Stabenow, Peters, Kildee Announce Environmental Protection Agency Approval of $100 Million in Federal Funds for City of Flint
WASHINGTON, D.C. – U.S. Senators Debbie Stabenow (D-MI) and Gary Peters (D-MI) and Congressman Dan Kildee (MI-05) today announced that the Environmental Protection Agency approved $100 million in federal emergency funding for the City of Flint. Senators Stabenow and Peters and Congressman Kildee secured the funding in a bipartisan agreement that passed Congress at the end of 2016.
“Today we have good news for families in Flint who have already waited far too long for their water system to be fixed,” said Senator Stabenow, Senator Peters, and Congressman Kildee. “After a hard-fought victory to secure $100 million in assistance last year, the City of Flint will finally begin receiving funding to repair and replace the pipes. The people of Flint are strong and resilient, and we will continue to fight for the resources and assistance they need. It’s also past time for the State of Michigan to do everything in its power to meet its responsibilities to help the city recover from this man-made crisis.”
The EPA has made $51.5 million immediately available for lead service line replacements, distribution main improvements, and corrosion control. Of that $51.5 million, $20 million will come from the required State match and the other $31.5 million from federal funds. The remaining $68.5 million in federal emergency funding to Flint has also been approved but will be provided after the City and the State complete additional public comment and technical reviews.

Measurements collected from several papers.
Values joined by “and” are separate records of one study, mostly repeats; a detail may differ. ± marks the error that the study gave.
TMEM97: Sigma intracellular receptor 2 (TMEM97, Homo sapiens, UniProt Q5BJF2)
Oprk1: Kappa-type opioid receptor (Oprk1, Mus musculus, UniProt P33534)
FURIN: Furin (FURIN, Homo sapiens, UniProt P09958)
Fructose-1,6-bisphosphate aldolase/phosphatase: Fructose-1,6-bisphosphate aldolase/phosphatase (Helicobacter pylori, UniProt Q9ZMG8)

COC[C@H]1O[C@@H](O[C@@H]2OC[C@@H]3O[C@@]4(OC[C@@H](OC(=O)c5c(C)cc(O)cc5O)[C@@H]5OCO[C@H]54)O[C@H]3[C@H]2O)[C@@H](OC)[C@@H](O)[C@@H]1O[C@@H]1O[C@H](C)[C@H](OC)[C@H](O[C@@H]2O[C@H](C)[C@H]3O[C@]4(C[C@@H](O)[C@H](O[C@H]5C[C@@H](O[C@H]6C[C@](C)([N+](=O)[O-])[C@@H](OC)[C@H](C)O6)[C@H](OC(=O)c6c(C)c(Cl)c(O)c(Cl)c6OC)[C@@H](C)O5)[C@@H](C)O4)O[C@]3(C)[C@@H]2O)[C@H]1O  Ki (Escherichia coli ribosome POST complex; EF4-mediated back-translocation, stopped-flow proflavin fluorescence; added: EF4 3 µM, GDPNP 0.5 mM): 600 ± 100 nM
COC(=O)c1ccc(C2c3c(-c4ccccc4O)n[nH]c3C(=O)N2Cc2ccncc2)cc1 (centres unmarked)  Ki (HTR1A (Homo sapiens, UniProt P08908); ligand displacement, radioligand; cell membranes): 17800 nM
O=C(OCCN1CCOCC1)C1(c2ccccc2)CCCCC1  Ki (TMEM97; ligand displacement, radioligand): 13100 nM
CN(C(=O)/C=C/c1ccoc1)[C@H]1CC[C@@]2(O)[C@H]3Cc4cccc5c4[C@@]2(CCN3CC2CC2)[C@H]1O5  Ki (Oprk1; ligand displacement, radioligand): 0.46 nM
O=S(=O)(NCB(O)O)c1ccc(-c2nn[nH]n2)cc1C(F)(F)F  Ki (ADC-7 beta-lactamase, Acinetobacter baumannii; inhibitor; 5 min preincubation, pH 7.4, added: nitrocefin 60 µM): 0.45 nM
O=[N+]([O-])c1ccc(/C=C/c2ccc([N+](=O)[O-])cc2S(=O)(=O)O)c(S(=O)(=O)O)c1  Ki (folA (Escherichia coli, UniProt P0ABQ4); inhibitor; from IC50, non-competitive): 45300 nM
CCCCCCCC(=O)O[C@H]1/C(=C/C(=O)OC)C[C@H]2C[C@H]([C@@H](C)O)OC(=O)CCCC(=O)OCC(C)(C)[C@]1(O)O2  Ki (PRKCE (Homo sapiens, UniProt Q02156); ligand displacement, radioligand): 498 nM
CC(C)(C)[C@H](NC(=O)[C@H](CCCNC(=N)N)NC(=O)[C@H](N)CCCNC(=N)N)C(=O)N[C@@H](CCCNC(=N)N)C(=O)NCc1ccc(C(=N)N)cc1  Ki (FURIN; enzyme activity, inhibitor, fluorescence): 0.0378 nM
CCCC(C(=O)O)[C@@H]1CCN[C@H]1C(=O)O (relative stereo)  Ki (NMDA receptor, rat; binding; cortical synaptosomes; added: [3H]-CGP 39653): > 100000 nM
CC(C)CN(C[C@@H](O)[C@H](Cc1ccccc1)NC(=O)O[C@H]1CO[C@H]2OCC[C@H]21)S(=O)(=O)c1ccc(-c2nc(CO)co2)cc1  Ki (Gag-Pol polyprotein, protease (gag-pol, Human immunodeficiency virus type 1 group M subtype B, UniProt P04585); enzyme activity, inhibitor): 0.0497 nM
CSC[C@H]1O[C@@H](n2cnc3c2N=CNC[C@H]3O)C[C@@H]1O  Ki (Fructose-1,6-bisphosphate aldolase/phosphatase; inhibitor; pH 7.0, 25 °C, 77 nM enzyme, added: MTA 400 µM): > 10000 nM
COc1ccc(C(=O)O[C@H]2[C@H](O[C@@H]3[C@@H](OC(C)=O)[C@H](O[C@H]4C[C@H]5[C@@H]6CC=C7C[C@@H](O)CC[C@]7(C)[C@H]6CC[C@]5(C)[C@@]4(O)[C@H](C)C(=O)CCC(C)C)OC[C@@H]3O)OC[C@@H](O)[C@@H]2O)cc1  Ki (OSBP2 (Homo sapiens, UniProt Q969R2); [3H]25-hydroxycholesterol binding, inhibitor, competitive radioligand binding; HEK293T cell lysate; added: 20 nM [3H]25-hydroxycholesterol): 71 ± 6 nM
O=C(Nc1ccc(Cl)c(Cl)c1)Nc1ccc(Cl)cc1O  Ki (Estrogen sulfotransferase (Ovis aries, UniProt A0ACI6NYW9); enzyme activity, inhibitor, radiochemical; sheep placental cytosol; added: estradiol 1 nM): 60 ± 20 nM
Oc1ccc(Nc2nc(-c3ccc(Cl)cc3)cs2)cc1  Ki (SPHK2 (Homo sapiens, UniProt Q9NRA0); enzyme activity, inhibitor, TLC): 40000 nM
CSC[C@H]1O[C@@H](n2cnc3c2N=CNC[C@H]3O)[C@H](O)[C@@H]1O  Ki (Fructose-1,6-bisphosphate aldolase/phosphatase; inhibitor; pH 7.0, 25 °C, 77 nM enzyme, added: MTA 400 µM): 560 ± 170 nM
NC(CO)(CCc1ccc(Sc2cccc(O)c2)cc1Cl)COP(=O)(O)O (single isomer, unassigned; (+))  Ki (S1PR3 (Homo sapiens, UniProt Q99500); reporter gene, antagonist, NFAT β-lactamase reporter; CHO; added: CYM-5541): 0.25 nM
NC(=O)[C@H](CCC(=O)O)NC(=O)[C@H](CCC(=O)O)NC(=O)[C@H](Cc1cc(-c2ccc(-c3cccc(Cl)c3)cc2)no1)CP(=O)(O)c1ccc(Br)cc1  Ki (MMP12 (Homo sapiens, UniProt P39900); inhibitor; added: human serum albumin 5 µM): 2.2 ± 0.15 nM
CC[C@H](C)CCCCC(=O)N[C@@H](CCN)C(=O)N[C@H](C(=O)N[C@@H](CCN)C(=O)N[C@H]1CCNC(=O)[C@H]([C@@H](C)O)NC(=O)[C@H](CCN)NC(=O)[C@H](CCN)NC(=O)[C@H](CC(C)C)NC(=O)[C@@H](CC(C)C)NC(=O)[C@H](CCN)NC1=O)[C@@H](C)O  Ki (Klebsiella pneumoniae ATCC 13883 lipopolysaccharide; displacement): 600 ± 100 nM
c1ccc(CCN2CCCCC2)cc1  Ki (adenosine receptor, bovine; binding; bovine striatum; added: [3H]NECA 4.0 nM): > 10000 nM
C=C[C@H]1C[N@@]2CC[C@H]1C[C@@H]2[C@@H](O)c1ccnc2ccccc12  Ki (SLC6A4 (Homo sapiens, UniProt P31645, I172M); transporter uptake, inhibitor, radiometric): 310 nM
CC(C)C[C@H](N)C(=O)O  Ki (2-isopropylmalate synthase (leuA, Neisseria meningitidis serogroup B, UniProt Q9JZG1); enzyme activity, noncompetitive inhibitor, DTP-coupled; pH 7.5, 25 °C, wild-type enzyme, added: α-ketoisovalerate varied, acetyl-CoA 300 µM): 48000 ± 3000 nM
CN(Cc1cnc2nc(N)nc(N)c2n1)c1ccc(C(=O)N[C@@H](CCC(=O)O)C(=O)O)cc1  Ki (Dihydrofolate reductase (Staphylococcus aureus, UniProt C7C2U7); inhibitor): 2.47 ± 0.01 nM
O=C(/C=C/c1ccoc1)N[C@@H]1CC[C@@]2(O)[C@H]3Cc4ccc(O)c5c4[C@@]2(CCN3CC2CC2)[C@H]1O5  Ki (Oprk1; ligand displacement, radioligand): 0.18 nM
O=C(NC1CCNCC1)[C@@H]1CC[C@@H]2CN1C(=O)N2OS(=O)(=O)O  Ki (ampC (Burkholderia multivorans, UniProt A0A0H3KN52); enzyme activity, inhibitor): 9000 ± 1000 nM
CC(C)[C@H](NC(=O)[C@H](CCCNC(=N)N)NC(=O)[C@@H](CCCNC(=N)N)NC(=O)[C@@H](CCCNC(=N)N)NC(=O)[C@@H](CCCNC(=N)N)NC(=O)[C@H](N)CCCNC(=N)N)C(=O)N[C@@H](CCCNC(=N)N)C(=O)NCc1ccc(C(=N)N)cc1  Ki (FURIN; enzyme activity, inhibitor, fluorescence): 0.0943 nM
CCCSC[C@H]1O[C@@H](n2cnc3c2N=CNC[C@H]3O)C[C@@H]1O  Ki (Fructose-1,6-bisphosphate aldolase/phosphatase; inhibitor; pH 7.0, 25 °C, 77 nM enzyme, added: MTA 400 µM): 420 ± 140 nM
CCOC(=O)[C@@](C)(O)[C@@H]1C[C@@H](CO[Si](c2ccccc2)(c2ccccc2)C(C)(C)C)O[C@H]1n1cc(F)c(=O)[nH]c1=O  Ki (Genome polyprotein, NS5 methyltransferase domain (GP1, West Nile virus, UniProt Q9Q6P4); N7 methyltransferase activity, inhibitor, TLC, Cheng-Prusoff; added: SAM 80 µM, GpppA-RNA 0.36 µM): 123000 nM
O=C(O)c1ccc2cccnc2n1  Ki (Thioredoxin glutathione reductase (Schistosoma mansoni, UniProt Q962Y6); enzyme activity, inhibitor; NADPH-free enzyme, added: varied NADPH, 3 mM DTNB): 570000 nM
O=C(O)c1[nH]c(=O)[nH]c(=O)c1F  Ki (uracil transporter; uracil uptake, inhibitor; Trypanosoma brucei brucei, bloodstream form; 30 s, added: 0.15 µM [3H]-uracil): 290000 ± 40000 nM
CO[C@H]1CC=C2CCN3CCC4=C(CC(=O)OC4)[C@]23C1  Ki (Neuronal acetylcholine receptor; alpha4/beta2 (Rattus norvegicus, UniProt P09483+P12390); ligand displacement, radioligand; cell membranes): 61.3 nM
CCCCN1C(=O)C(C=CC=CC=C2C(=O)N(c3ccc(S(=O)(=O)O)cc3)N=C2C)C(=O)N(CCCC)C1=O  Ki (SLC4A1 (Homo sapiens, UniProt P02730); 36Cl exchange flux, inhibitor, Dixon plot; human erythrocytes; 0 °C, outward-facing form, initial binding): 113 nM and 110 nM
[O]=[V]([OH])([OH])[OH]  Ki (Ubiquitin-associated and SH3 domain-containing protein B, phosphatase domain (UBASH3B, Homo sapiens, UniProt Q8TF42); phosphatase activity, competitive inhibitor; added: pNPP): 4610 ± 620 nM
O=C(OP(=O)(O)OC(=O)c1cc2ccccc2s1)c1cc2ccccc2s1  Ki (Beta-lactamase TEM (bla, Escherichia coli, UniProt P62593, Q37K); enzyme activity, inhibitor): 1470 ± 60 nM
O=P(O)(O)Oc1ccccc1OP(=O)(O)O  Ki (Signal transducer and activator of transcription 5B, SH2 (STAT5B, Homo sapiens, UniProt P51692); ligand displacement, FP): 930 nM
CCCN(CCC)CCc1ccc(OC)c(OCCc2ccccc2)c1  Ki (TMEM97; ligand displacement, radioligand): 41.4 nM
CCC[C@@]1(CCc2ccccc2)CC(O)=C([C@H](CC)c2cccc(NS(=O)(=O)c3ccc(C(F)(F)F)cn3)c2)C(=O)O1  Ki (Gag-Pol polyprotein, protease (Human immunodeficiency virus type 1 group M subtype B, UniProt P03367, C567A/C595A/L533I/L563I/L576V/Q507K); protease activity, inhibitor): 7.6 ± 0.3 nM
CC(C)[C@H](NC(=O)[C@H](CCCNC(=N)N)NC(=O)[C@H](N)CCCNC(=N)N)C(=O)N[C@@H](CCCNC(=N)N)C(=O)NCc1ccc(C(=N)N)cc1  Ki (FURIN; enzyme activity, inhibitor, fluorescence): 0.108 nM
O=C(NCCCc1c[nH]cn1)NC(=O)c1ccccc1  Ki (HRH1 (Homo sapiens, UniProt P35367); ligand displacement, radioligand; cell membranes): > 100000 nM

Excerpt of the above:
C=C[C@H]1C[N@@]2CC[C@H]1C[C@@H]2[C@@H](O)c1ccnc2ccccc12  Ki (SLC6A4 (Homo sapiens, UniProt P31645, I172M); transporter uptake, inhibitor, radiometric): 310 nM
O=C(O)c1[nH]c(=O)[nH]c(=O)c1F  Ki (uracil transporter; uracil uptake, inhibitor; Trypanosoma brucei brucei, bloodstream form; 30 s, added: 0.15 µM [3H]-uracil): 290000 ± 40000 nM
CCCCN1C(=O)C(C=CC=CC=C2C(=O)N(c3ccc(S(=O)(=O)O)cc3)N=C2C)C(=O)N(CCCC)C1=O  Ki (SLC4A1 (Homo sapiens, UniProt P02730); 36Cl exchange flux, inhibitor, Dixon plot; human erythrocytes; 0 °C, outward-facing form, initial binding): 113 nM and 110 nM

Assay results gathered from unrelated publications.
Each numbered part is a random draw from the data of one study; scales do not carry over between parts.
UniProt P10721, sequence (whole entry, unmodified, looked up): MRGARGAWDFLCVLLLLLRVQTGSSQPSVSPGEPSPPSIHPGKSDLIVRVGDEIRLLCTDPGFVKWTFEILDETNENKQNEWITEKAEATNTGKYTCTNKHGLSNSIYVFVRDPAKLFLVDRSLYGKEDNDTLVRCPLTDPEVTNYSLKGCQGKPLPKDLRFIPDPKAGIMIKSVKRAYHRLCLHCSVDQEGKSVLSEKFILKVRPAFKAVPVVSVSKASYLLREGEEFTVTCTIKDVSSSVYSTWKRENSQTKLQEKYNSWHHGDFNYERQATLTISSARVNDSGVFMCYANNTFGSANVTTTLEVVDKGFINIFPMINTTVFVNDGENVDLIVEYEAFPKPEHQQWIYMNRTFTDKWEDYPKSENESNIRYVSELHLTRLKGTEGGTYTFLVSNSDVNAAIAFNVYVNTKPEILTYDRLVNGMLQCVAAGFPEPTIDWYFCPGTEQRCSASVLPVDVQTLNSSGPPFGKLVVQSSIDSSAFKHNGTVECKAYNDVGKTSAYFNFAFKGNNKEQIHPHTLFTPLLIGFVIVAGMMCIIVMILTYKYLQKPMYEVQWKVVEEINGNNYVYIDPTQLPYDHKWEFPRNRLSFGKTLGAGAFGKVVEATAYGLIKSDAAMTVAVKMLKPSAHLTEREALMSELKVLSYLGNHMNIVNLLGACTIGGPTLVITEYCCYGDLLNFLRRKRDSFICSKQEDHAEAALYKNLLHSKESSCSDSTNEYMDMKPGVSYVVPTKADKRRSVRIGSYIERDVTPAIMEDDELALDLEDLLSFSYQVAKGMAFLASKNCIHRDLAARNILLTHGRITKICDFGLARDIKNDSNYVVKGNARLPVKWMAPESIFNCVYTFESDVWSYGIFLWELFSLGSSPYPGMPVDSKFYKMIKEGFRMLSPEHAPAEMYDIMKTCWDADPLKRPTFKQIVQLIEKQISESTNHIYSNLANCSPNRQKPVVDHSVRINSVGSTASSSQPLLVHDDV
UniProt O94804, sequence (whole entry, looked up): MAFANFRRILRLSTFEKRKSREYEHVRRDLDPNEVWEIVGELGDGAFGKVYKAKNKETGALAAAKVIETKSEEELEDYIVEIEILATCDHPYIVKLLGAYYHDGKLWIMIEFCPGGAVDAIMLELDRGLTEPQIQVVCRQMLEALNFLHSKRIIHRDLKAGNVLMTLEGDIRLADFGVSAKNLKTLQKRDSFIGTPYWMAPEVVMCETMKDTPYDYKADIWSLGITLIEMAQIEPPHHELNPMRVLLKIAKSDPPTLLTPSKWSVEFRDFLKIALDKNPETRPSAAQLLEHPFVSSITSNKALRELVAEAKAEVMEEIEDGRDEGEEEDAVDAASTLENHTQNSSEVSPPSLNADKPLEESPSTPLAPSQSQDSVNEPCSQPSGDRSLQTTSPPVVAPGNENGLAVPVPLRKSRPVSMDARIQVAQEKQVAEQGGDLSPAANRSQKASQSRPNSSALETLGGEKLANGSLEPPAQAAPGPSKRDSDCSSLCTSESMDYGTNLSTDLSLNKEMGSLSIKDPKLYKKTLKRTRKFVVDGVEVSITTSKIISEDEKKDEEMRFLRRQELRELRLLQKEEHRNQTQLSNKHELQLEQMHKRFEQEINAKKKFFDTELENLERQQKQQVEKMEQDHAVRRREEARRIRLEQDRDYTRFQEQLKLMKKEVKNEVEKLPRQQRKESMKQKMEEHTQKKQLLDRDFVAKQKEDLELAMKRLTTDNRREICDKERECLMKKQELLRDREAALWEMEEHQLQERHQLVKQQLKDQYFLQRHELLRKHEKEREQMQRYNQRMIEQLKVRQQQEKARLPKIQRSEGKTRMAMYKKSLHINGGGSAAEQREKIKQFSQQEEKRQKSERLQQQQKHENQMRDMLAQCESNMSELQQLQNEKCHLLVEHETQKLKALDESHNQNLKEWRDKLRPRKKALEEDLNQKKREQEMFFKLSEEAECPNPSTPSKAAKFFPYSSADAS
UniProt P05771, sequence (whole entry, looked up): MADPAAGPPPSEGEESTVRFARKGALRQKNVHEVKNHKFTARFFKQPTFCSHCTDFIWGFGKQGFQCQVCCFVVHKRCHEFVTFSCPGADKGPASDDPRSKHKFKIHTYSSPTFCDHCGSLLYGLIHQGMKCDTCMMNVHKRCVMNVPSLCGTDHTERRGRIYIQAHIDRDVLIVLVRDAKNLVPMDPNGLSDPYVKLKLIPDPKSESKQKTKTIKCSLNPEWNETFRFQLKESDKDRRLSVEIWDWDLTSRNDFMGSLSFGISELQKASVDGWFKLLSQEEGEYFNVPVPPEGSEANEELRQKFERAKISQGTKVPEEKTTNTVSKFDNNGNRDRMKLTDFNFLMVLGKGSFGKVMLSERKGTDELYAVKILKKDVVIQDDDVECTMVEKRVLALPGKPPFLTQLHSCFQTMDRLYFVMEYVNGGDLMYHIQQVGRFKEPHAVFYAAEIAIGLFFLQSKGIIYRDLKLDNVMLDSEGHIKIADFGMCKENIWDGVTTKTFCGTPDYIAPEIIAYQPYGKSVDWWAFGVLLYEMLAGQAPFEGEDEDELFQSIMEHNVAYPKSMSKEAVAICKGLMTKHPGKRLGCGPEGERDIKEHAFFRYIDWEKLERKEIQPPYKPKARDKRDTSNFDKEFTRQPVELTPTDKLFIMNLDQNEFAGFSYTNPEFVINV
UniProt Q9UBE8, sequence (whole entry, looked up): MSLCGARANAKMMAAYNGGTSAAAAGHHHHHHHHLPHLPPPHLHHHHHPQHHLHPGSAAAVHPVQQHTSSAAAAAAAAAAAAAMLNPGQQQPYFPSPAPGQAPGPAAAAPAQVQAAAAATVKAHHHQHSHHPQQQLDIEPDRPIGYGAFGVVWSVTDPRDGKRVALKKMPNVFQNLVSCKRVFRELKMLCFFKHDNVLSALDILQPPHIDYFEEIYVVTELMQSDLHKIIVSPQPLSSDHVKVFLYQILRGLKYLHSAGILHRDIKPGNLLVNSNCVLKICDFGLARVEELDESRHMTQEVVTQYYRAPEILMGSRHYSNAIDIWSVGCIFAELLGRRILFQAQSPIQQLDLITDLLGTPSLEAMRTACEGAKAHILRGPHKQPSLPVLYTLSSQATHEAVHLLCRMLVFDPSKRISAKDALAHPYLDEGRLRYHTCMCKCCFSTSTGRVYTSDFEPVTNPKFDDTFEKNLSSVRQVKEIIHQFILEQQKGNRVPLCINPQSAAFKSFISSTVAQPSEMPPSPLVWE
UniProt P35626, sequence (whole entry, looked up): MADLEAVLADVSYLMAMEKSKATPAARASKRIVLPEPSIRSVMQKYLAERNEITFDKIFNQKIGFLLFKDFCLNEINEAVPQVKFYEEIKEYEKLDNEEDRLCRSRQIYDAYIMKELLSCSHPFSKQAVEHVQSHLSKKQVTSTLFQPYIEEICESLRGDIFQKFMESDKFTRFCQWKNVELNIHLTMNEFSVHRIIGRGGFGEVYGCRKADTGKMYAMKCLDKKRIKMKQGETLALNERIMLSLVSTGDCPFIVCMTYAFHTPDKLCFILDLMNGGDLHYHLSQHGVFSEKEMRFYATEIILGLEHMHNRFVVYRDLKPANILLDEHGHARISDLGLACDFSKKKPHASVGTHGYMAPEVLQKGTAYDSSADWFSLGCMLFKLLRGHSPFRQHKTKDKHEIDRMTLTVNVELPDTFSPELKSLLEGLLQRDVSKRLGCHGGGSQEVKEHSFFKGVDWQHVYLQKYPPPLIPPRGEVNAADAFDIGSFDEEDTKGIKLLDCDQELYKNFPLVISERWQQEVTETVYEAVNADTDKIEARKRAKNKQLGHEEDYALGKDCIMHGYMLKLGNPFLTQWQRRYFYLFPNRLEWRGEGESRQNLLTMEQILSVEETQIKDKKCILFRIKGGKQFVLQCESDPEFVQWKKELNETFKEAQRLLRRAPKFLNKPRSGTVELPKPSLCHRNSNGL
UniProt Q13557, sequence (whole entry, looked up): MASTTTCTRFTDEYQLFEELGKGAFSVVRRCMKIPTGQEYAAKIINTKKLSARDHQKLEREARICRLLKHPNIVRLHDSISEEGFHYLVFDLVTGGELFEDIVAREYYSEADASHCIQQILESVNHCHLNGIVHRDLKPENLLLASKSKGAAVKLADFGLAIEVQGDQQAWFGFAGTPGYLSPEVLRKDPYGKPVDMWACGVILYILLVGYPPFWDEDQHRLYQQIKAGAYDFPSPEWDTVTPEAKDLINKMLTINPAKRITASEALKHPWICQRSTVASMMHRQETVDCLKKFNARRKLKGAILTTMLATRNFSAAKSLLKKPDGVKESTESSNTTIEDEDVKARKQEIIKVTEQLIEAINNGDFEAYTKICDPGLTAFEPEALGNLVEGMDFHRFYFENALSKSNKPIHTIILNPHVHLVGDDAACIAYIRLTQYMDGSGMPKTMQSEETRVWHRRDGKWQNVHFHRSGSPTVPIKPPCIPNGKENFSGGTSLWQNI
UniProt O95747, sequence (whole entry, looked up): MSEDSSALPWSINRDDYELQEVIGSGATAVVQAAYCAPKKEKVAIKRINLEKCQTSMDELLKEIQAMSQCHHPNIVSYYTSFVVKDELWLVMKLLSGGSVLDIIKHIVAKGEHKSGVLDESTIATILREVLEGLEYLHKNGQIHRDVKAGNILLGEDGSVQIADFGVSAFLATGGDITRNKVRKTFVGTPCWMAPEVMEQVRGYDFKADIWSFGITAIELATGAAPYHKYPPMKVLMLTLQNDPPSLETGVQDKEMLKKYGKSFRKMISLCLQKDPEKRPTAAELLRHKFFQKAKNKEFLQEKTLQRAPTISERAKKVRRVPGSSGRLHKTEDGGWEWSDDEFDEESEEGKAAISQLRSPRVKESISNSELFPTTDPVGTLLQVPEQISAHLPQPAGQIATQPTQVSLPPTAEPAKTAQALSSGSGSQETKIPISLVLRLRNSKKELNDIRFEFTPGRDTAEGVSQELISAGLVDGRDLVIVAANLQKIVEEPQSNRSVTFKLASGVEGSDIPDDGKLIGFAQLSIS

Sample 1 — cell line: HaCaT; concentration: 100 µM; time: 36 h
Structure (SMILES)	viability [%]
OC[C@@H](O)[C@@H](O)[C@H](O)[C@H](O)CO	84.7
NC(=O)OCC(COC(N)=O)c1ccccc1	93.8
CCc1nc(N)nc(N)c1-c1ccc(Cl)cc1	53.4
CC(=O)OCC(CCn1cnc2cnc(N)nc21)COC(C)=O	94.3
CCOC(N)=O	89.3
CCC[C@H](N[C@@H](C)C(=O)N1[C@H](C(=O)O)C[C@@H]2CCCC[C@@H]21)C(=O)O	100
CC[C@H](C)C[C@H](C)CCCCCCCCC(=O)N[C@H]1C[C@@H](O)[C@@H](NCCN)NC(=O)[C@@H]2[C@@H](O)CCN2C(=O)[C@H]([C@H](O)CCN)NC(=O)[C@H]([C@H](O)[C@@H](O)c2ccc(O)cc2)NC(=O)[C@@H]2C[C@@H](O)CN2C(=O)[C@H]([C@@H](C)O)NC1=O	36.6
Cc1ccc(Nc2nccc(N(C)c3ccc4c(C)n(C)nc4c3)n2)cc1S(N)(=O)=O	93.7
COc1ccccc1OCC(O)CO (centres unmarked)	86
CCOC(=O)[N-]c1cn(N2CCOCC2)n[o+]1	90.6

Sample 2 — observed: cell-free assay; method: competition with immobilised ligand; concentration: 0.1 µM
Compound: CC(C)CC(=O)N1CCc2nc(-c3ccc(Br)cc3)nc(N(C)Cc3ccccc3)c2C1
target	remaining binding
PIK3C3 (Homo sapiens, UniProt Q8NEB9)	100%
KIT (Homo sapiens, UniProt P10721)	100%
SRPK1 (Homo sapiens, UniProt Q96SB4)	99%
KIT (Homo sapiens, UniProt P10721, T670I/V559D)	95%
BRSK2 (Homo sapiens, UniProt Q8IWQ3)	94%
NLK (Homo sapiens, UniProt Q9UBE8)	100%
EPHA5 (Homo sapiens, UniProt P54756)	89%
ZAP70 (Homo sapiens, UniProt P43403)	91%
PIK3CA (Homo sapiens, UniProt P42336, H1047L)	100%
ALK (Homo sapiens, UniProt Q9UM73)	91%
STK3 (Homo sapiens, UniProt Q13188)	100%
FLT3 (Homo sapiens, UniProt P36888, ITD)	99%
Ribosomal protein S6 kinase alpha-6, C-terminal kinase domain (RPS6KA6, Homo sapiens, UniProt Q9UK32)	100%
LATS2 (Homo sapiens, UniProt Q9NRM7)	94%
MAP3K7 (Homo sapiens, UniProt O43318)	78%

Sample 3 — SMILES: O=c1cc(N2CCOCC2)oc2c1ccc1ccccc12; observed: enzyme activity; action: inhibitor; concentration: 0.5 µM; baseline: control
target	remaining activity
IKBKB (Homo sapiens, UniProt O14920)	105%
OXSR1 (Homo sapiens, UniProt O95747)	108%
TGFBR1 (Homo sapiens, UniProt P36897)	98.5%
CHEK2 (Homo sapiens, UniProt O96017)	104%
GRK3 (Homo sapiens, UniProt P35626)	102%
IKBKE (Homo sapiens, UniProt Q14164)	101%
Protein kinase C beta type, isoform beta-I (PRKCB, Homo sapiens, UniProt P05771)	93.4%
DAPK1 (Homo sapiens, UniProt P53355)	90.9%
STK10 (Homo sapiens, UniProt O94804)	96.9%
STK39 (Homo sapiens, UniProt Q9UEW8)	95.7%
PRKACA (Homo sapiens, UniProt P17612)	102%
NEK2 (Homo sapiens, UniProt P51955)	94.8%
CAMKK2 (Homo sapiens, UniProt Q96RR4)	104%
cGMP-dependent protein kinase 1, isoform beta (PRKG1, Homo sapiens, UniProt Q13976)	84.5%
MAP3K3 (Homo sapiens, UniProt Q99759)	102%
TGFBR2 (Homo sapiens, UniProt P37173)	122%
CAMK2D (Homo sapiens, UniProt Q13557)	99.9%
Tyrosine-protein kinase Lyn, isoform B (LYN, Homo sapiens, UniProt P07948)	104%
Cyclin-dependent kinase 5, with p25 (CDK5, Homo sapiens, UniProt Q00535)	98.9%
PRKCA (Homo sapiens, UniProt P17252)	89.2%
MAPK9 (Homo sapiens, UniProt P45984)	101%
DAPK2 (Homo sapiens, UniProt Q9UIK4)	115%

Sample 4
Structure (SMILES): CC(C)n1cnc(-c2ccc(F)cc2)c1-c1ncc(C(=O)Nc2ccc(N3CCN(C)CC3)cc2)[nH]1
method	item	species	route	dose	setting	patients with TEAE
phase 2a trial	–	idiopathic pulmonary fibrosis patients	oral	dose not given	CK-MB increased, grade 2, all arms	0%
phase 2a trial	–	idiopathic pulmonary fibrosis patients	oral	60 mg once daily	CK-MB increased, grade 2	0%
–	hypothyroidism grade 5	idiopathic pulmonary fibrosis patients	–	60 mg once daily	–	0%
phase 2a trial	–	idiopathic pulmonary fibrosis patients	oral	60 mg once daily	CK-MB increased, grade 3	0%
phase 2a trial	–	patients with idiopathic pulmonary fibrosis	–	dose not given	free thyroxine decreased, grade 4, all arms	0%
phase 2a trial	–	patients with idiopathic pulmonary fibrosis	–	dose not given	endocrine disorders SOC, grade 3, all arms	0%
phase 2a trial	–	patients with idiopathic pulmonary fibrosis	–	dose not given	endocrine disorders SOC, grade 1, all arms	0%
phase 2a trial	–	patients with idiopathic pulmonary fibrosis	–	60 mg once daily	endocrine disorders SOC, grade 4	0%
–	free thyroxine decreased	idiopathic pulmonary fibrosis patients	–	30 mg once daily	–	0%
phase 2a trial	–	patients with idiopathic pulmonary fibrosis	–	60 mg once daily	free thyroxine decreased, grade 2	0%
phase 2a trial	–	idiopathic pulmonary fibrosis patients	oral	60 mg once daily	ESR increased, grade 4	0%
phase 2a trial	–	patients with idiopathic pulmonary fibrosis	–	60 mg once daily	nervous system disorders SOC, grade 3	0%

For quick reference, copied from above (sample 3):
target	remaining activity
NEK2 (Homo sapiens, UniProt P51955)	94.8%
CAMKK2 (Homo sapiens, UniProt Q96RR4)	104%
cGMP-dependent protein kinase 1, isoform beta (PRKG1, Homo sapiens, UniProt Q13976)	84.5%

The Stabenow-Peters-Kildee agreement passed Congress and was signed into law by President Obama in December 2016. It provides access to $100 million in funding to help fix Flint’s drinking water infrastructure; funding to activate at least $200 million in low-interest loans to upgrade water infrastructure in communities in Michigan and across the country; $50 million to address the health care needs of children who have been exposed to lead; authority for the State of Michigan to forgive $20 million in past drinking water loans to Flint; and a requirement that EPA warn the public within 24 hours of high lead levels in drinking water if a state fails to do so.
The legislation that Congress approved provided $100 million in supplemental emergency federal funding through the Drinking Water State Revolving Fund. The State of Michigan, in collaboration with the City of Flint, submitted a comprehensive plan to the EPA to access these funds. This funding was only available to a community like Flint that received a federal emergency declaration by the President due to a public health threat from dangerous amounts of lead in drinking water.